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I ran across this study released in July that said that about 80% of CEOs do not trust marketing. The root of the distrust comes from the perception that marketing is disconnected from ROI and that they are more focused on building brands on social media than getting and keeping profitable customers.
The results of this study didn’t surprise me – call me cynical, but that’s been my experience in the corporate environment; CEOs not understanding the marketing process, and marketers who were more enamored with fancy creative campaigns than the fundamentals of differentiation, positioning and conversions.
Social Marketology Brings Marketers and CEOs Together
When I received my review copy of Social Marketology: Improve your Social Media Processes and Get Customers to Stay Forever by Ric Dragon, CEO of DragonSearch, I didn’t know what to expect. Would this be a book that would take our understanding and management of social media to a more functional and practical level? After spending a Saturday morning highlighting text and dog-earring pages, I would say, “Yes!”
Marketing savvy small business owners, marketing managers, product managers and social media managers in larger organizations will appreciate this book because it bridges the gap between the profit-oriented C-Suite and the brand building, social-centered marketing teams.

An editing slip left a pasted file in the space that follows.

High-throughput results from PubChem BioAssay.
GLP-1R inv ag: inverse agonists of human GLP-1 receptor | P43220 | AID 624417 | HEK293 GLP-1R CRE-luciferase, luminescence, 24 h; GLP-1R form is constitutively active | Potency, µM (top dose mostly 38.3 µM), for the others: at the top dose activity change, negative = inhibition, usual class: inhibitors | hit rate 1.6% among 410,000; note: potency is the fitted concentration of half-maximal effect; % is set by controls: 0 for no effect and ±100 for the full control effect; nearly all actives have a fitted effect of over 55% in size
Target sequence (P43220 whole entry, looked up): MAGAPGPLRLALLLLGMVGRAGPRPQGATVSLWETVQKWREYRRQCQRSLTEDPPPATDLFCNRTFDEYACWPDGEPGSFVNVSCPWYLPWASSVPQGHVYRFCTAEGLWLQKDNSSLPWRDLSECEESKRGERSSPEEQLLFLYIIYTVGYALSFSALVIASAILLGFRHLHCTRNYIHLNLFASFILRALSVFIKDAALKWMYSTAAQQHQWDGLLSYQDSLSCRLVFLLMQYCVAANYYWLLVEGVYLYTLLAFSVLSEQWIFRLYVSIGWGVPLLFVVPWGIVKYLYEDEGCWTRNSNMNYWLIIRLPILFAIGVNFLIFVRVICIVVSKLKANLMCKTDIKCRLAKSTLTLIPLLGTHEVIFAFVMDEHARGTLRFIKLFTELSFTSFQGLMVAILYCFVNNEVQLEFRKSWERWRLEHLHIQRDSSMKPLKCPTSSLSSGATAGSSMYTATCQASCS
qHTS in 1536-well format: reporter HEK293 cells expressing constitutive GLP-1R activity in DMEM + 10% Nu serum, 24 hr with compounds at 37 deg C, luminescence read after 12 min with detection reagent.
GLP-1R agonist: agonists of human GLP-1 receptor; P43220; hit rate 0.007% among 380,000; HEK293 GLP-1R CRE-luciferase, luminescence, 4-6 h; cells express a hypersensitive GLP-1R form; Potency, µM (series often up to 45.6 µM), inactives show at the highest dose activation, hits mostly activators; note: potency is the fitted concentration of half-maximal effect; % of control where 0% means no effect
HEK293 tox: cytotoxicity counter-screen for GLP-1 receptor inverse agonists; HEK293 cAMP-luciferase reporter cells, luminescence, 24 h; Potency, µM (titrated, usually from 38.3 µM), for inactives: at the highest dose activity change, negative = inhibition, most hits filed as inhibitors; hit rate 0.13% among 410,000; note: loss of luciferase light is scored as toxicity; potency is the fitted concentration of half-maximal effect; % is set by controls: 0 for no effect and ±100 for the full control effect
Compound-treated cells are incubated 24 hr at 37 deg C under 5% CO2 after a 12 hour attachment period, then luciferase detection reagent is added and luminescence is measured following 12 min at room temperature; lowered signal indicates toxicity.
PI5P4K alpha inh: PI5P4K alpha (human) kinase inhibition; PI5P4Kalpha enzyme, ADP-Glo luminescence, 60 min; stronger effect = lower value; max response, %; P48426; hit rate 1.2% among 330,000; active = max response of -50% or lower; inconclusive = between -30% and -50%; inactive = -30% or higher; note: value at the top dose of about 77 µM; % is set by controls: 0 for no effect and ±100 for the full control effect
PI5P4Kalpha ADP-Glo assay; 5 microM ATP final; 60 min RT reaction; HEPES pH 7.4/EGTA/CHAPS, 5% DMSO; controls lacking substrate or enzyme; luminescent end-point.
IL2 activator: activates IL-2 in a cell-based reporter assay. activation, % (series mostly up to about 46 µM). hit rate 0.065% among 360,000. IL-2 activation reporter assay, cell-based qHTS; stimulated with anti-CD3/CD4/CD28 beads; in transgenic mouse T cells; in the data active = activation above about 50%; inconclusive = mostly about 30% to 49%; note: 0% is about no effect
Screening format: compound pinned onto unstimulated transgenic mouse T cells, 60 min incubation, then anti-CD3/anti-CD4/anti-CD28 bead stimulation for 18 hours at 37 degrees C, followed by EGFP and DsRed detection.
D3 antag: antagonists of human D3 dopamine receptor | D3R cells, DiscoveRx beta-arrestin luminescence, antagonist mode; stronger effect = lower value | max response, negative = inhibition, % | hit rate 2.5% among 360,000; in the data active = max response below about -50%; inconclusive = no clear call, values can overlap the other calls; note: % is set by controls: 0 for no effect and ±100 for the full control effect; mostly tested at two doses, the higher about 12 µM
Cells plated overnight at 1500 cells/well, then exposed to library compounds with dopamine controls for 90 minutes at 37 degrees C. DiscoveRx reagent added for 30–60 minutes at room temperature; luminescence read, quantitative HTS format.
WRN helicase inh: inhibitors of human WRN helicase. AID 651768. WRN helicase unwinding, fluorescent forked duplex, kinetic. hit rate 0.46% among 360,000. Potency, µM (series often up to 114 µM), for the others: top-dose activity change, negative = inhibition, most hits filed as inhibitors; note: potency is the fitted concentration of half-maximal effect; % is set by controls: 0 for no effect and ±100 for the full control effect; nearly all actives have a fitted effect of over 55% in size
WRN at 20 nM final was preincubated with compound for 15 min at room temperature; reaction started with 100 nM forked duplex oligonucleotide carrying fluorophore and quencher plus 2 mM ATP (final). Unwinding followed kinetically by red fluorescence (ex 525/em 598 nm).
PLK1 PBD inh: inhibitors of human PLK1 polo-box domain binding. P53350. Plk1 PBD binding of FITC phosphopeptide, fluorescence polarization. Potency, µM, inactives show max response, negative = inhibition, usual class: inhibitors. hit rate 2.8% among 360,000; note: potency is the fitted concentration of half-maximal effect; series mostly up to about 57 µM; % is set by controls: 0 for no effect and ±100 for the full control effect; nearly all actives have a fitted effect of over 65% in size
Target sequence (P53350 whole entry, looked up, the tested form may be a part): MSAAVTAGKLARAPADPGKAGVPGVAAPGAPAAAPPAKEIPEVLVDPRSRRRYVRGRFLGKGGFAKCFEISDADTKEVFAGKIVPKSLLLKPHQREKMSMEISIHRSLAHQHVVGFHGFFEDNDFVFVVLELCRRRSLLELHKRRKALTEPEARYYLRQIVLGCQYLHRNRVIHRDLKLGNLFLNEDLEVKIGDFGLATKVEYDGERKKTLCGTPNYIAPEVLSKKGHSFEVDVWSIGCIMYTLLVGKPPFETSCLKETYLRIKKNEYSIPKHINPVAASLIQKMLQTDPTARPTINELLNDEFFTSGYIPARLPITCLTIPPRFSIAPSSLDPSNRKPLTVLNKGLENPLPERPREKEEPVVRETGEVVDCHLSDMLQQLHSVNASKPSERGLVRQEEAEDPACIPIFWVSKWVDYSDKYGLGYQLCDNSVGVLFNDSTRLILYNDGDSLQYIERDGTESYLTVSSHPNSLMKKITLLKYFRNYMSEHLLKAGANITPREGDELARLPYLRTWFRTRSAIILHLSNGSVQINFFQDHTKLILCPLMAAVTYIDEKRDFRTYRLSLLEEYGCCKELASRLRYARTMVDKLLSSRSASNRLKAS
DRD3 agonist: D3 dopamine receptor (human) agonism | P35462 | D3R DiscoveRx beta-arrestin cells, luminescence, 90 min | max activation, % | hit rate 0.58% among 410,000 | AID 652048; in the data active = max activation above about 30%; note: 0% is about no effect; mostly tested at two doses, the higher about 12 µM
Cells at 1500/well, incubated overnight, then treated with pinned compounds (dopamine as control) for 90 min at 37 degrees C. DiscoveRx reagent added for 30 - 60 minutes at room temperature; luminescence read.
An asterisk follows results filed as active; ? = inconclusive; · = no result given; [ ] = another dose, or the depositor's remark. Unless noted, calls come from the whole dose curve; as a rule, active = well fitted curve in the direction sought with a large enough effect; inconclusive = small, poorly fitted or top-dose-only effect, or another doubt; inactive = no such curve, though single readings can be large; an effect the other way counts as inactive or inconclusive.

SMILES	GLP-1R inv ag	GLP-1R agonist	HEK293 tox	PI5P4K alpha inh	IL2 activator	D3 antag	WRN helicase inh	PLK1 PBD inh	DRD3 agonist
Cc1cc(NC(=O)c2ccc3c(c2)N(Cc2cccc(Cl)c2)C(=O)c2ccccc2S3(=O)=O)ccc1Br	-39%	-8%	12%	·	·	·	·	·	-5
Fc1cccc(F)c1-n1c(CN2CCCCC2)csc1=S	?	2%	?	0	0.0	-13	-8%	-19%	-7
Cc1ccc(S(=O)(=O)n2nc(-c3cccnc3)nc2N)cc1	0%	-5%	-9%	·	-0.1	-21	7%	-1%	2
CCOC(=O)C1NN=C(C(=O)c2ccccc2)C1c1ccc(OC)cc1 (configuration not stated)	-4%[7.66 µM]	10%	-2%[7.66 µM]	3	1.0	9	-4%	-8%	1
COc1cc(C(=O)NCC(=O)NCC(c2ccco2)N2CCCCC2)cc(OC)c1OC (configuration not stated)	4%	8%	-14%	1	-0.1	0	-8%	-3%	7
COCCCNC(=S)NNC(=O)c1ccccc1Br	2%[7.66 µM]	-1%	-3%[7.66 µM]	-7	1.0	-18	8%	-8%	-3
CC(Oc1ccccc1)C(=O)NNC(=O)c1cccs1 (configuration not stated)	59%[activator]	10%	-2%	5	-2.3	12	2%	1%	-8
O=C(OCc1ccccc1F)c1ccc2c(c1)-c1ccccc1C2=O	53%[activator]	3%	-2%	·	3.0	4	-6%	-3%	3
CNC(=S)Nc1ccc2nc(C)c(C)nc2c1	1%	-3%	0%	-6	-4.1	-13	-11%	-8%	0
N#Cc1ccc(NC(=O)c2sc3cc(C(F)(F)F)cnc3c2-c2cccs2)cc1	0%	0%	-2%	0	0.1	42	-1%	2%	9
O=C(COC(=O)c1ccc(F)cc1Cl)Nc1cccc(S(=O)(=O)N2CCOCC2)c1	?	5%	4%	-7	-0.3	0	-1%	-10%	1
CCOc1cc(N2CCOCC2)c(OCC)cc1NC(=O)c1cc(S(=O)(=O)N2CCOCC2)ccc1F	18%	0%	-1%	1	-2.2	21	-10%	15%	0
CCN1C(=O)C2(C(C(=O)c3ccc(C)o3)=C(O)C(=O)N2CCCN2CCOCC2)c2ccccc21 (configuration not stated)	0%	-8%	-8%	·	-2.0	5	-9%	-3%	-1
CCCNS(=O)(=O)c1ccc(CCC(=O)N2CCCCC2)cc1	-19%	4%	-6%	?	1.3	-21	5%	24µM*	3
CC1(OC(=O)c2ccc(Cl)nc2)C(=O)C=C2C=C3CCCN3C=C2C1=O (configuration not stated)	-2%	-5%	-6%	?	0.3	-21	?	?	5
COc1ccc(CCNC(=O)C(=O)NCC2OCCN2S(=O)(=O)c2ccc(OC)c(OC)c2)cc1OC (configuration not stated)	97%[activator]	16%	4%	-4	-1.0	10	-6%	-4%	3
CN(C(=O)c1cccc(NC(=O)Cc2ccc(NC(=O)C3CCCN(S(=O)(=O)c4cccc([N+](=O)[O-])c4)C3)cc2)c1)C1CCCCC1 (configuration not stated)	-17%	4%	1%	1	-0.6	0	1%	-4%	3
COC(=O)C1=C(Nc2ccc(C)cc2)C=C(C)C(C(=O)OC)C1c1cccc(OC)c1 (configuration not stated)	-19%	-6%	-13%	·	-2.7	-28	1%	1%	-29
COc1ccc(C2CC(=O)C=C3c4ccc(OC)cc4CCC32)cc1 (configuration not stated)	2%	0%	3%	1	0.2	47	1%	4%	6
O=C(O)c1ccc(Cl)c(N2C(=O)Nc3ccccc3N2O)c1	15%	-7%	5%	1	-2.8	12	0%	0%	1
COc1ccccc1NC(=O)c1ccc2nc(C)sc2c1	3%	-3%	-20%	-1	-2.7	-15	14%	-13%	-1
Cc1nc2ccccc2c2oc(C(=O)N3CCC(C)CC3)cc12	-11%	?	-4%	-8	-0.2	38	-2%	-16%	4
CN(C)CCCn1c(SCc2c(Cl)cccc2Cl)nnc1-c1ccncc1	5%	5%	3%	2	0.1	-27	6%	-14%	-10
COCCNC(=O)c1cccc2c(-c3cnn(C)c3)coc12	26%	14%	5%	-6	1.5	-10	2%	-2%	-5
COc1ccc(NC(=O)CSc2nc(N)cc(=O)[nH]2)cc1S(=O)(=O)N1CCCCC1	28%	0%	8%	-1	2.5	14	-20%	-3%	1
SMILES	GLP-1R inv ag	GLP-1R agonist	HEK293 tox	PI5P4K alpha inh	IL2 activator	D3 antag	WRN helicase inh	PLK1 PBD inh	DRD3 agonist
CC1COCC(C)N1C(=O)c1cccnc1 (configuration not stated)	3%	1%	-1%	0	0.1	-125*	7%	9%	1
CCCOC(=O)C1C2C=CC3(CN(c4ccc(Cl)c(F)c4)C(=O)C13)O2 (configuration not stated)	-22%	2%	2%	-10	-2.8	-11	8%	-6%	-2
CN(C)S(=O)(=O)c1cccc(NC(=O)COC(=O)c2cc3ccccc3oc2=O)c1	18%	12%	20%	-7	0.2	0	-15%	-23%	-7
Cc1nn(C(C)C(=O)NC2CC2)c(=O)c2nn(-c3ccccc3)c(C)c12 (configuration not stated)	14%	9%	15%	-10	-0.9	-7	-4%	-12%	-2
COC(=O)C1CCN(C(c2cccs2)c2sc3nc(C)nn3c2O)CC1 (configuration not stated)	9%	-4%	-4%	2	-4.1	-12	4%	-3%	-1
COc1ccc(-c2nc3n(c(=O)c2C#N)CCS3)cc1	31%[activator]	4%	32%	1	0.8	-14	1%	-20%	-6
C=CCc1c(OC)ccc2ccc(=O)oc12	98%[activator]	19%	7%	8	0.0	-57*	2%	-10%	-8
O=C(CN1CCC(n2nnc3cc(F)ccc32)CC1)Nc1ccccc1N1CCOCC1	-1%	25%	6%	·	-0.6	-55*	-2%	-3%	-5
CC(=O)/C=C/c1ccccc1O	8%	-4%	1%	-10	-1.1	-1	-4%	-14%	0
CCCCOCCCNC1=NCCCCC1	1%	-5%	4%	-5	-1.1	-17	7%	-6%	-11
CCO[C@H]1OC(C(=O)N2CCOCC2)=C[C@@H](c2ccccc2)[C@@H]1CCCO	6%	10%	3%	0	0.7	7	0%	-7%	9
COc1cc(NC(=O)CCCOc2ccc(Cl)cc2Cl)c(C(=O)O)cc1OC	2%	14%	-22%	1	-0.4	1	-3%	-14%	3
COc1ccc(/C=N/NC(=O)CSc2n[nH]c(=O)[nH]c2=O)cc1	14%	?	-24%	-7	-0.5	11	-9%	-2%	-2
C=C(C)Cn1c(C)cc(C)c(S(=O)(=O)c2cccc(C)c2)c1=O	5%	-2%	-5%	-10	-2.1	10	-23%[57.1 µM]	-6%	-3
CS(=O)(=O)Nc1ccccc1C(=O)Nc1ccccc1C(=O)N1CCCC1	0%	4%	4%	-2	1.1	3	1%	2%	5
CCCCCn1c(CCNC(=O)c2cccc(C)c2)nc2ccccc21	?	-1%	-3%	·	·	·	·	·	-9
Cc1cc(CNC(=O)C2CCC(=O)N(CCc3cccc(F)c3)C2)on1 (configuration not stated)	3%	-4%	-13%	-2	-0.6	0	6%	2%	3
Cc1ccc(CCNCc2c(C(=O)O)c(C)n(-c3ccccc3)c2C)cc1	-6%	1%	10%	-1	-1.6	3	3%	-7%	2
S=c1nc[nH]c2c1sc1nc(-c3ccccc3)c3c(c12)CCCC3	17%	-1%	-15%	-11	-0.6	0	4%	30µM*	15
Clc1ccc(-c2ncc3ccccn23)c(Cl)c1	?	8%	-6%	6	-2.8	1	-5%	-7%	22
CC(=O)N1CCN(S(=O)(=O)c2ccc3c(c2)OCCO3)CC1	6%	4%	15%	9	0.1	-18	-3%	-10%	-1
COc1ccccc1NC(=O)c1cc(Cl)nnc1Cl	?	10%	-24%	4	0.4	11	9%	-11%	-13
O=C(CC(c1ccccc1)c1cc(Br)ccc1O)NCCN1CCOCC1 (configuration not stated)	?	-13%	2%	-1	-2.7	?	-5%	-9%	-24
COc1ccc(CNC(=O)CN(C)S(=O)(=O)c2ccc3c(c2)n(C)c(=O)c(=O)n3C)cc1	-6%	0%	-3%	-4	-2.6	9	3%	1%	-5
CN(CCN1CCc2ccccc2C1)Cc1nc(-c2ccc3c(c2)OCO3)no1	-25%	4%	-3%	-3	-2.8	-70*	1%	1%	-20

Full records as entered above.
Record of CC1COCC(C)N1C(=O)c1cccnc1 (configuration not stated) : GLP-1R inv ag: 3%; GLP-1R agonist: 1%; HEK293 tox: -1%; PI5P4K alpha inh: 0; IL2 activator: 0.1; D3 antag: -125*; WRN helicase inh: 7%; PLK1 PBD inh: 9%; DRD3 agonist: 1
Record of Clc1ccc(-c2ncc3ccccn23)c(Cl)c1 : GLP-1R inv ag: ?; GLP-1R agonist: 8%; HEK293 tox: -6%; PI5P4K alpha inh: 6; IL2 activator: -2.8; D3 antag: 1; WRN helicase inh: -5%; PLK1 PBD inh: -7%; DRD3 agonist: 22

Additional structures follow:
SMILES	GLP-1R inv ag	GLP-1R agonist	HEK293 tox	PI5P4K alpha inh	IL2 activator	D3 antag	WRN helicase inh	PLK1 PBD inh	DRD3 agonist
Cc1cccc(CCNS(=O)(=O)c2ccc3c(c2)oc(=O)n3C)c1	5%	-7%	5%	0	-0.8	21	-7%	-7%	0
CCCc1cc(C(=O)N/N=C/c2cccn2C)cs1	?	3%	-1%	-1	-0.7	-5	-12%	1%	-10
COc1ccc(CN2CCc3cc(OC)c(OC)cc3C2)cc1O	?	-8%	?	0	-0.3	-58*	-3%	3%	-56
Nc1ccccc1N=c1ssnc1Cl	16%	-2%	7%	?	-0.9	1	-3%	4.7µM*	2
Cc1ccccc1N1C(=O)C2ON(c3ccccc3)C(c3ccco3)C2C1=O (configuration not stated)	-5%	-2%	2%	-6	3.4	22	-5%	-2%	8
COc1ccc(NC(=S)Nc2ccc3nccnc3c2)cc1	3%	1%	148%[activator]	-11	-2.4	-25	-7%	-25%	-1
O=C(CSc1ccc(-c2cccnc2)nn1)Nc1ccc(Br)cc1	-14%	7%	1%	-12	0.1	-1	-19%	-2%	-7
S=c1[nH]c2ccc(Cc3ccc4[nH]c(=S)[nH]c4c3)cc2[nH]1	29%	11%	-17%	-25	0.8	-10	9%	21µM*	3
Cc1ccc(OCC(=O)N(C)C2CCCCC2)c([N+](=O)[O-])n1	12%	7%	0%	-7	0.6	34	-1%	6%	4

Social Marketology will give each side of the organization a playing field where they can come together to use social media to achieve both their marketing and financial goals.
Social Media Gets a Process
One of the fundamental ways the Social Marketology bridges the perceived profitability gap between marketers and CEOs is by harnessing the history of social media, the measurement and analytical tools that are available and then building a process around these so that marketers can achieve their goals and CEOs can see the connection between social media campaigns and activities and profitability.
Ric Dragon introduces a social media process that businesses and brands of any size can use to achieve their marketing goals. Here is just a summary of the process as it’s introduced at the beginning of the book:
- Focusing on desired outcomes; vision, goals and objectives metrics.
- Incorporating knowledge and development of the brand personality and voice.
- Identifying the smallest possible segments of your audience, customers, users or constituents.
- Identifying the communities that those microsegments belong to—how people behave in those communities and what they are saying.
- Identifying the influencers in those communities.
- Creating an action plan for your project.
- Execution, measuring and reinvention of social media activities and programs.
One of the key drivers of the book and the process is to help businesses and social media managers adapt to whatever new